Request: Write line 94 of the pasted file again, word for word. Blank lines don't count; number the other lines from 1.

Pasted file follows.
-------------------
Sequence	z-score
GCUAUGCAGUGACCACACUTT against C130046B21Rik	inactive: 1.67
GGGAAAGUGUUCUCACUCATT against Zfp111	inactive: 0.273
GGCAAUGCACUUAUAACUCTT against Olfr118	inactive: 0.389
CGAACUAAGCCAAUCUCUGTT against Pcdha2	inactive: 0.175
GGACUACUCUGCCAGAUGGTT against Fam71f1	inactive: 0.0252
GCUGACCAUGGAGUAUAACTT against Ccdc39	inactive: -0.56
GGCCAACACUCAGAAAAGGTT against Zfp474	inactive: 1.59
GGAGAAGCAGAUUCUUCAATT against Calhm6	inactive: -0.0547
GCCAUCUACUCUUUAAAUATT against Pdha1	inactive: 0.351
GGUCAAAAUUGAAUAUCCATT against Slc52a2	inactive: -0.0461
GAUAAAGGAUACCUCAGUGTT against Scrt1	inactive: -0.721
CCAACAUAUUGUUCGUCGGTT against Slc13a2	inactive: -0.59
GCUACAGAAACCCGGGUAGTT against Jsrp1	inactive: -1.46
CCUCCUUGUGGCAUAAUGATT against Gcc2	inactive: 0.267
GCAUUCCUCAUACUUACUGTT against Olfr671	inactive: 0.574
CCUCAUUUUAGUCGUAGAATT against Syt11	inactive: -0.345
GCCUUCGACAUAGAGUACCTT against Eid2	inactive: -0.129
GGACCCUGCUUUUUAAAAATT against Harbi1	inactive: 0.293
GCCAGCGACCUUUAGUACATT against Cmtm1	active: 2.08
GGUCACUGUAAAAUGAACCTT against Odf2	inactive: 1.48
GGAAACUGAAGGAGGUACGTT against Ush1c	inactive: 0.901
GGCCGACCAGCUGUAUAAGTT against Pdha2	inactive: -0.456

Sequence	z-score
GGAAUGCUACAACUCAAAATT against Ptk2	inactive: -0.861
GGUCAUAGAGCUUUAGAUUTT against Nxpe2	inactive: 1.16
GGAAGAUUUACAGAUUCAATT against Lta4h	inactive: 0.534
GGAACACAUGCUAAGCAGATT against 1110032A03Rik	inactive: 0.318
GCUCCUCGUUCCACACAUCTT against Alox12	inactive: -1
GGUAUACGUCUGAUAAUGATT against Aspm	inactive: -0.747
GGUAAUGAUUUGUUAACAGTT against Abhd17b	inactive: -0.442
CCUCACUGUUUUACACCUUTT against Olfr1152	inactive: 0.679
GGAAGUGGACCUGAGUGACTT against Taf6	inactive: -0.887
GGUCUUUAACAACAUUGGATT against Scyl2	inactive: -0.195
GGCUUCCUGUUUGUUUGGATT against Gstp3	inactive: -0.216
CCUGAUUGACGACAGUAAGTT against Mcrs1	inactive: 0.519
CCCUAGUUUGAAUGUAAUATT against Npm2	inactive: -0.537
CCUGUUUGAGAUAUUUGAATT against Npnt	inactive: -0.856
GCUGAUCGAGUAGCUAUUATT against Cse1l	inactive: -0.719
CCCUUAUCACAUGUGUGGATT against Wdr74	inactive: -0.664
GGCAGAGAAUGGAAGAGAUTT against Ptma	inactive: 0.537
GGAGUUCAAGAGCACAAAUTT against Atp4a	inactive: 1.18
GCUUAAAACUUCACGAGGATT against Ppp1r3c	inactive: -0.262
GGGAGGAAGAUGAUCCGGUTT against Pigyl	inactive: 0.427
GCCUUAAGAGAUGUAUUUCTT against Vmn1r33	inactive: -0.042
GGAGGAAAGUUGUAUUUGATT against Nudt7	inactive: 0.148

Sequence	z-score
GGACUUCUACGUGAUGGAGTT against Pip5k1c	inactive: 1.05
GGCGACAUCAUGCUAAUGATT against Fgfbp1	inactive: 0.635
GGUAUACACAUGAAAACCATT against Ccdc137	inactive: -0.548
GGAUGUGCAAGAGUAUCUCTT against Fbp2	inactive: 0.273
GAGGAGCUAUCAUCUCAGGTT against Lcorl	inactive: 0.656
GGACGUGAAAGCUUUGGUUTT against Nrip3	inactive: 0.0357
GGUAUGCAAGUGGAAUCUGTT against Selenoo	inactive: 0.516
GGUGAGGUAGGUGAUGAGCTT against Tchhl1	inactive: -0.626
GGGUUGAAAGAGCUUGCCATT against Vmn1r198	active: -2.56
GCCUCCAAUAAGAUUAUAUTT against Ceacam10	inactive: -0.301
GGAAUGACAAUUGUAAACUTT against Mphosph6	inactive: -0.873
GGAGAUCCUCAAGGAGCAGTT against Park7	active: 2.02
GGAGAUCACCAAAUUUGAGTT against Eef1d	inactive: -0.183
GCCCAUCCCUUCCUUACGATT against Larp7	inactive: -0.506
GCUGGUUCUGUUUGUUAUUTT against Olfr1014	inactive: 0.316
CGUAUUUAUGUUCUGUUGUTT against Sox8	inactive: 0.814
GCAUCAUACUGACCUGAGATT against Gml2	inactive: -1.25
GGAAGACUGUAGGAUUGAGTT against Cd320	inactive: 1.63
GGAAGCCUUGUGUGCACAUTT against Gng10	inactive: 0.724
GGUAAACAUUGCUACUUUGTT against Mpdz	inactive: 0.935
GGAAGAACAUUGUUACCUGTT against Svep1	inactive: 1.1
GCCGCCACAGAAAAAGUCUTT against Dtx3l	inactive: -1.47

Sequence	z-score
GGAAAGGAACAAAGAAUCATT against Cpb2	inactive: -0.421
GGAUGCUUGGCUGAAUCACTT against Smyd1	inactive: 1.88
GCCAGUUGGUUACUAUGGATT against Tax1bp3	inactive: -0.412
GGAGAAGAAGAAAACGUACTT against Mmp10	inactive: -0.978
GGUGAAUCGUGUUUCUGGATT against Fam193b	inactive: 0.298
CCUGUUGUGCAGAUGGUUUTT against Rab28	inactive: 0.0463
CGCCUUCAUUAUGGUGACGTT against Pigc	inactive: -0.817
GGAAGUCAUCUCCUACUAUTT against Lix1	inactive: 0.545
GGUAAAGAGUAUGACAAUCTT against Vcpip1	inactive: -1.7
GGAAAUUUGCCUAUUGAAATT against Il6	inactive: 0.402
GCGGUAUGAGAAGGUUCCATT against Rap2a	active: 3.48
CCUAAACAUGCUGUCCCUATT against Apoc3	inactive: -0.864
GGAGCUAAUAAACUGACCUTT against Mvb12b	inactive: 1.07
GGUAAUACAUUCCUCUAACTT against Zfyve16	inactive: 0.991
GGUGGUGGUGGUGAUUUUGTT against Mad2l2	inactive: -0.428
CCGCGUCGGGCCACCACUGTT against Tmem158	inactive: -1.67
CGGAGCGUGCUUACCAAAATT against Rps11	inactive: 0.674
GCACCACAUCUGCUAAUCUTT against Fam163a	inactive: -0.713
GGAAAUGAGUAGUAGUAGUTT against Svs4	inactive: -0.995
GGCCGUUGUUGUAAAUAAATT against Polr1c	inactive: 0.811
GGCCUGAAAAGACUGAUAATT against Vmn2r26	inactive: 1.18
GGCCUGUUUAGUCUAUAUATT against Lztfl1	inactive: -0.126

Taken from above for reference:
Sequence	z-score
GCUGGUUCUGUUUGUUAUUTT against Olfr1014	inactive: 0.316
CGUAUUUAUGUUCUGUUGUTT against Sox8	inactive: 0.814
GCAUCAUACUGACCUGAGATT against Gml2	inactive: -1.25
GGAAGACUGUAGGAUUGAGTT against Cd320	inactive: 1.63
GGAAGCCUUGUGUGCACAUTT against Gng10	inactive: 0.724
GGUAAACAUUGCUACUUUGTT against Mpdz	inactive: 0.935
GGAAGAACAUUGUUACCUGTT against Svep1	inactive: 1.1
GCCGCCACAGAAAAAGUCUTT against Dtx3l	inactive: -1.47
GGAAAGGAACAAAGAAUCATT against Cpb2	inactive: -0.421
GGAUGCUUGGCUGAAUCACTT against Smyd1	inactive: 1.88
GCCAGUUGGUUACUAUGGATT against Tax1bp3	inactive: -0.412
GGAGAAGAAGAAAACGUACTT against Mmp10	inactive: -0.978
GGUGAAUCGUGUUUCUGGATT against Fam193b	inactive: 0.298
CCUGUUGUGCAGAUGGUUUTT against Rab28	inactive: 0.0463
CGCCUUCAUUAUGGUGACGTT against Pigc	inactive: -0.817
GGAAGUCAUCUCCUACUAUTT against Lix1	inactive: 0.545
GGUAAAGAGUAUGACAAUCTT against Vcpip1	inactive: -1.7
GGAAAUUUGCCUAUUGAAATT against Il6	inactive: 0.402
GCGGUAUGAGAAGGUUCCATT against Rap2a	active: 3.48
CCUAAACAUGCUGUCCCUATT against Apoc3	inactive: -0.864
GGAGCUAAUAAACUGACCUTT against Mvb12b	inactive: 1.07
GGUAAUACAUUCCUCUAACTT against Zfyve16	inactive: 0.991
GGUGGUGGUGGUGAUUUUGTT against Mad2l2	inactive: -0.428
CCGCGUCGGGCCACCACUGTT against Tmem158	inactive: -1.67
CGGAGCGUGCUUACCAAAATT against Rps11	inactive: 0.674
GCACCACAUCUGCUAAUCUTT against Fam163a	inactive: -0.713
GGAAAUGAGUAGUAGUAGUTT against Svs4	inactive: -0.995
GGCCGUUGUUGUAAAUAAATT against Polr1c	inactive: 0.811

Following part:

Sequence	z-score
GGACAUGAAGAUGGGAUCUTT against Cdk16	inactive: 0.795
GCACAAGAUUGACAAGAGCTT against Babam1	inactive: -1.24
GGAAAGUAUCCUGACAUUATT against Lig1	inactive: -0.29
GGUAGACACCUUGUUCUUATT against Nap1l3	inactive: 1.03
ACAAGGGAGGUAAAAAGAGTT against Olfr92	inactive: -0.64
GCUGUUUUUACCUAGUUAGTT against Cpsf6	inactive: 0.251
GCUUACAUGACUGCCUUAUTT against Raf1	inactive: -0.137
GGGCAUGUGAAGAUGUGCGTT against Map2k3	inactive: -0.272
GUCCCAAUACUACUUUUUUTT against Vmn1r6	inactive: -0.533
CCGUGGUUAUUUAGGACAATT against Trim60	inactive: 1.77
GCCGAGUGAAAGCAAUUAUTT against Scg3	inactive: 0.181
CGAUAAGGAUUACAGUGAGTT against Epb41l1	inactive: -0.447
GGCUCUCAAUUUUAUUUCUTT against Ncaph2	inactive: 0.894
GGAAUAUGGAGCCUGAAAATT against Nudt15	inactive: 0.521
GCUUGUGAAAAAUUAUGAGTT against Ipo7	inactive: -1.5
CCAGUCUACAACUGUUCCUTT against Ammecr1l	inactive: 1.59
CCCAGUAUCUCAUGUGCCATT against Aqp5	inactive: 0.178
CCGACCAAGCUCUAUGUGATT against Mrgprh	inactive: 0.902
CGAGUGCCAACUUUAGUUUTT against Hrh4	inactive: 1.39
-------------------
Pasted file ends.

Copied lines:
Sequence	z-score